Russia Investigation: Mueller’s First Move
This Friday ended with some major breaking news. CNN first reported that a federal grand jury has approved the first criminal charges regarding Russia’s interference in the 2016 election by special counsel Robert Mueller.
“Plans were prepared Friday for anyone charged to be taken into custody as soon as Monday,” CNN’s sources said. It is unclear what the charges are, and Mueller’s team has yet to disclose any further details regarding the charges. This will be Mueller and his team’s first significant move since the launch of the Special Council back in May.
The former FBI Director was appointed by Deputy U.S. Attorney General Rod Rosenstein to serve as Special Counsel after President Trump fired FBI Director James Comey in May. Rosenstein made the decision to appoint Mueller because Attorney General Jeff Sessions had recused himself from any federal probe of Russian meddling in the presidential election.
Senate Intelligence Committee Chairman Richard Burr (R-NC) has noted that “by having somebody like [Robert] Mueller head the investigation assures the American people that there is no undue influence.” Senate Minority Leader, Chuck Schumer (D-NY), also praised the Special Counsel. He said, “Mueller is exactly the right kind of individual for this job.”
Mueller is no stranger to high-profile investigations. He served as the Director of the FBI from 2004-2013 (he was appointed by President George W. Bush and his original ten-year term was given a two-year extension by President Barack Obama) and as acting deputy attorney general.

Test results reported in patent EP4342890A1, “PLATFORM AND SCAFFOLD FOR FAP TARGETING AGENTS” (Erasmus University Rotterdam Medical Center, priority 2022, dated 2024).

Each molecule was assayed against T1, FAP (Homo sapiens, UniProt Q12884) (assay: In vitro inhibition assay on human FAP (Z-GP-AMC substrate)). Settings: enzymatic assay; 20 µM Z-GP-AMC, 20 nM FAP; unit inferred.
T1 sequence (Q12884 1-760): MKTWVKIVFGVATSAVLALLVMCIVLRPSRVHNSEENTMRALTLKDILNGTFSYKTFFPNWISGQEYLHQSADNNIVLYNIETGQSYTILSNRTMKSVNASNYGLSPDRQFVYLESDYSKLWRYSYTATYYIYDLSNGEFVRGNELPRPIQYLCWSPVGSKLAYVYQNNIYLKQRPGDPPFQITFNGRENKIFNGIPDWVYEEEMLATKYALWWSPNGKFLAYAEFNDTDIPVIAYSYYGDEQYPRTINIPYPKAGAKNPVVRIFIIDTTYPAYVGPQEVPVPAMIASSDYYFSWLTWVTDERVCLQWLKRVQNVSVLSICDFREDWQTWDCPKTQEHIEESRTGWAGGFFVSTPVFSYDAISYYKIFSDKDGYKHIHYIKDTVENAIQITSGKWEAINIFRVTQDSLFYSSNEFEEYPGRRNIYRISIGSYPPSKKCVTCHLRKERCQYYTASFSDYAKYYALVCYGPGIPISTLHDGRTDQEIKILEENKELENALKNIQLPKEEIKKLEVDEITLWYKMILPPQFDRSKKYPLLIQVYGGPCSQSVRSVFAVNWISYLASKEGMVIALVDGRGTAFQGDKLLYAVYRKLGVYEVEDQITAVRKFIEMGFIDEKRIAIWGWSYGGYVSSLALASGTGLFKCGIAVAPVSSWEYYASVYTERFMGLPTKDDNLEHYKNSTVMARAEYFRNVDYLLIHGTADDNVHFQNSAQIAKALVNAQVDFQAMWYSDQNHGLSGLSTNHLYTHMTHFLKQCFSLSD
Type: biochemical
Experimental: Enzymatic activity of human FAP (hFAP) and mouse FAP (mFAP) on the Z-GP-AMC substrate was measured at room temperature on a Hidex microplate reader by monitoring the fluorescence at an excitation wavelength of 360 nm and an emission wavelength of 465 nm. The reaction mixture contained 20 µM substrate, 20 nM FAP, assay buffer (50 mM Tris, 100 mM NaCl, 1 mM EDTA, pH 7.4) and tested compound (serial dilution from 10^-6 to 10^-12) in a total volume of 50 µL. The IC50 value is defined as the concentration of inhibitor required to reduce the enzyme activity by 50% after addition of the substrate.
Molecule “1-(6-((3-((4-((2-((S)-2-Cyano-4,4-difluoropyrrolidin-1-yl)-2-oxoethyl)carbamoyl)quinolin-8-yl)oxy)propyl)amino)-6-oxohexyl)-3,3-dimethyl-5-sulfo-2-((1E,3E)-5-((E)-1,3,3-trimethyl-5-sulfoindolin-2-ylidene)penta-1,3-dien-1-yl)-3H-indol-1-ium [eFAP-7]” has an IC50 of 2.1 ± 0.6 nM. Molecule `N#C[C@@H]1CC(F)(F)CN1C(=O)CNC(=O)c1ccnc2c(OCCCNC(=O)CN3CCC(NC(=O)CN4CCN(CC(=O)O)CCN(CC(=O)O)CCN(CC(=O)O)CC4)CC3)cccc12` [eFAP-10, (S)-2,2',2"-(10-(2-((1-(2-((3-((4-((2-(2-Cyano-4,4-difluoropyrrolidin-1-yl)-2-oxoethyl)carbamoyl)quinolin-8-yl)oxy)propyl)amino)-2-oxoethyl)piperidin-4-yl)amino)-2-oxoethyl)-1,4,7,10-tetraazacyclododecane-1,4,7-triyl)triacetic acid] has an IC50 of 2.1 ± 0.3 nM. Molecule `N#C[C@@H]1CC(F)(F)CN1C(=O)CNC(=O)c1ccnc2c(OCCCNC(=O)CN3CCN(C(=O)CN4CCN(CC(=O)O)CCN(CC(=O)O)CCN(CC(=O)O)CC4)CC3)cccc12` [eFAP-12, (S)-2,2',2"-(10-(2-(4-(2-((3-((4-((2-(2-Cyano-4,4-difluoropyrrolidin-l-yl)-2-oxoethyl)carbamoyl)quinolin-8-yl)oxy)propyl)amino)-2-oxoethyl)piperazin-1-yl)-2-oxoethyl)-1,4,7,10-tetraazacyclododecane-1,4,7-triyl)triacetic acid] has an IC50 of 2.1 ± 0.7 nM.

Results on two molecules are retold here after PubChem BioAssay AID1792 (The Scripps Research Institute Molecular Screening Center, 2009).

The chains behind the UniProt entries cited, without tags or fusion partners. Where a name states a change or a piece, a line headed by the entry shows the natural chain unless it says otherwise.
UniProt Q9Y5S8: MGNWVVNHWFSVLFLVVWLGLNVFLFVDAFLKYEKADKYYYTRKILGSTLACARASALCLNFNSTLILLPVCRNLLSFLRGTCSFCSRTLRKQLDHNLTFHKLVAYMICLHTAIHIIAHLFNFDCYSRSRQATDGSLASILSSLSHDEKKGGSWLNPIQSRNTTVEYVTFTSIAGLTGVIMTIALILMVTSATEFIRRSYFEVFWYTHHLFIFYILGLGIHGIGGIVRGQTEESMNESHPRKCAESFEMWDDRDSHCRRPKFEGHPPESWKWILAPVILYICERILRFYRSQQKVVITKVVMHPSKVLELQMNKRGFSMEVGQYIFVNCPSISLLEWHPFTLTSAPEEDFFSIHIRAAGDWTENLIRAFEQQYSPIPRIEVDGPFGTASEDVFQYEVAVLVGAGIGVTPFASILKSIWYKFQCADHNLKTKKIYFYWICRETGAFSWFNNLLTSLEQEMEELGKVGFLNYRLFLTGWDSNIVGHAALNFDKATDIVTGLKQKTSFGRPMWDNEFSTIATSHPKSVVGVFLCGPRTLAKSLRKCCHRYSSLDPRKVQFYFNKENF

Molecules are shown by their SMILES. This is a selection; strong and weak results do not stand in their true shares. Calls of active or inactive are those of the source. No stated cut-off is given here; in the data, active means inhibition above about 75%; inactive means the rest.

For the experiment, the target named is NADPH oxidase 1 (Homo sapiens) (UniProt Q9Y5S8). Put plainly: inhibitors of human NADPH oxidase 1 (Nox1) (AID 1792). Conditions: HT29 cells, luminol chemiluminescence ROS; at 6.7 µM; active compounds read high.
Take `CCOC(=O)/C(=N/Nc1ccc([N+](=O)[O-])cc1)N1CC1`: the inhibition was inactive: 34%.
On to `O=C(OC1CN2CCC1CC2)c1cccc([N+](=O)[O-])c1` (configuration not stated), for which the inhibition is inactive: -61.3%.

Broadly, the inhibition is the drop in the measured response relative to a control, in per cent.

Mueller and his team of 17 investigators have been looking at a wide spectrum of issues since May, including topics such as “the hacking and leaks of prominent Democrats’ emails, the meeting with Donald Trump Jr. set up with a Russian lawyer, whether the campaign was involved in russian efforts to spread fake news targeted at voters in key states, and Russian efforts to hack election-related computer systems,” according to Vox.
Monday’s expected announcement will certainly be a game changer, as details regarding possible interference in the 2016 election may finally come out -- and this information will be guided not by TV newscasts and Twitter wars, but by written indictments and federal evidence.